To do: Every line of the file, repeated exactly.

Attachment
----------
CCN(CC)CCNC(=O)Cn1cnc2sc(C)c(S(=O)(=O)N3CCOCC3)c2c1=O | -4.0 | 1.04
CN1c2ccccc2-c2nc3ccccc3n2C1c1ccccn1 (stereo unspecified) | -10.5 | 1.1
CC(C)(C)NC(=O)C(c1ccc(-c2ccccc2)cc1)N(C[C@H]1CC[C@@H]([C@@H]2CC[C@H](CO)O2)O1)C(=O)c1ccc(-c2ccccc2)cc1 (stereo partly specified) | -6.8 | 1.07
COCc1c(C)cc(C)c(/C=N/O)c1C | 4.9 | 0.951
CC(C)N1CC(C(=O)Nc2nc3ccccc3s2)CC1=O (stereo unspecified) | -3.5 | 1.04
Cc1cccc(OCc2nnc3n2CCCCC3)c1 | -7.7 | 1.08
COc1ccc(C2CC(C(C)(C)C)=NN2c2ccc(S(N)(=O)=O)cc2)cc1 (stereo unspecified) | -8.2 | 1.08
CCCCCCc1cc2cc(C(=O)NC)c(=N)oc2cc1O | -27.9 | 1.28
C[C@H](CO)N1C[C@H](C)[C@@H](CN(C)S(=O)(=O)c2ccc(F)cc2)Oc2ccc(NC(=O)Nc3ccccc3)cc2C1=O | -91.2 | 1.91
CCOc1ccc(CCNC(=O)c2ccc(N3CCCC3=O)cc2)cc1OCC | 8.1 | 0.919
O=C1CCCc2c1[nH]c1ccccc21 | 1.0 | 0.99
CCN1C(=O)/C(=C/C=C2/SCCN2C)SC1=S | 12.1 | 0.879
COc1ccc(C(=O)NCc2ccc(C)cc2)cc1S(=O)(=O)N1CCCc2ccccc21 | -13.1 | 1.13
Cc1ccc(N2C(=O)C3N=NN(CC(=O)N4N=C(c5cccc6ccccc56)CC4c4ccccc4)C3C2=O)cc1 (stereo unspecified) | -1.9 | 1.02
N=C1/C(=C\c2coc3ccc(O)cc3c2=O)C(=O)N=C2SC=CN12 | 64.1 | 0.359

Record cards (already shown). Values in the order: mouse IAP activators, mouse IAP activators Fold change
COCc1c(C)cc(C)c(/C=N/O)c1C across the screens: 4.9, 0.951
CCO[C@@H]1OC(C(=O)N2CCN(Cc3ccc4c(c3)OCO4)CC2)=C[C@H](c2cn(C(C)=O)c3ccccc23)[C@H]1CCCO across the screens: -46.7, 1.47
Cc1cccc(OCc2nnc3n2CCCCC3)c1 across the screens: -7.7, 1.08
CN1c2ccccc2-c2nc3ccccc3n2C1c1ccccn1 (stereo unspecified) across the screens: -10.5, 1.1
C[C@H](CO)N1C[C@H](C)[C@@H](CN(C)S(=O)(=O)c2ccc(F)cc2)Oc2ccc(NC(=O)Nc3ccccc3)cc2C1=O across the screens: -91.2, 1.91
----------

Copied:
CCN(CC)CCNC(=O)Cn1cnc2sc(C)c(S(=O)(=O)N3CCOCC3)c2c1=O | -4.0 | 1.04
CN1c2ccccc2-c2nc3ccccc3n2C1c1ccccn1 (stereo unspecified) | -10.5 | 1.1
CC(C)(C)NC(=O)C(c1ccc(-c2ccccc2)cc1)N(C[C@H]1CC[C@@H]([C@@H]2CC[C@H](CO)O2)O1)C(=O)c1ccc(-c2ccccc2)cc1 (stereo partly specified) | -6.8 | 1.07
COCc1c(C)cc(C)c(/C=N/O)c1C | 4.9 | 0.951
CC(C)N1CC(C(=O)Nc2nc3ccccc3s2)CC1=O (stereo unspecified) | -3.5 | 1.04
Cc1cccc(OCc2nnc3n2CCCCC3)c1 | -7.7 | 1.08
COc1ccc(C2CC(C(C)(C)C)=NN2c2ccc(S(N)(=O)=O)cc2)cc1 (stereo unspecified) | -8.2 | 1.08
CCCCCCc1cc2cc(C(=O)NC)c(=N)oc2cc1O | -27.9 | 1.28
C[C@H](CO)N1C[C@H](C)[C@@H](CN(C)S(=O)(=O)c2ccc(F)cc2)Oc2ccc(NC(=O)Nc3ccccc3)cc2C1=O | -91.2 | 1.91
CCOc1ccc(CCNC(=O)c2ccc(N3CCCC3=O)cc2)cc1OCC | 8.1 | 0.919
O=C1CCCc2c1[nH]c1ccccc21 | 1.0 | 0.99
CCN1C(=O)/C(=C/C=C2/SCCN2C)SC1=S | 12.1 | 0.879
COc1ccc(C(=O)NCc2ccc(C)cc2)cc1S(=O)(=O)N1CCCc2ccccc21 | -13.1 | 1.13
Cc1ccc(N2C(=O)C3N=NN(CC(=O)N4N=C(c5cccc6ccccc56)CC4c4ccccc4)C3C2=O)cc1 (stereo unspecified) | -1.9 | 1.02
N=C1/C(=C\c2coc3ccc(O)cc3c2=O)C(=O)N=C2SC=CN12 | 64.1 | 0.359

Record cards (already shown). Values in the order: mouse IAP activators, mouse IAP activators Fold change
COCc1c(C)cc(C)c(/C=N/O)c1C across the screens: 4.9, 0.951
CCO[C@@H]1OC(C(=O)N2CCN(Cc3ccc4c(c3)OCO4)CC2)=C[C@H](c2cn(C(C)=O)c3ccccc23)[C@H]1CCCO across the screens: -46.7, 1.47
Cc1cccc(OCc2nnc3n2CCCCC3)c1 across the screens: -7.7, 1.08
CN1c2ccccc2-c2nc3ccccc3n2C1c1ccccn1 (stereo unspecified) across the screens: -10.5, 1.1
C[C@H](CO)N1C[C@H](C)[C@@H](CN(C)S(=O)(=O)c2ccc(F)cc2)Oc2ccc(NC(=O)Nc3ccccc3)cc2C1=O across the screens: -91.2, 1.91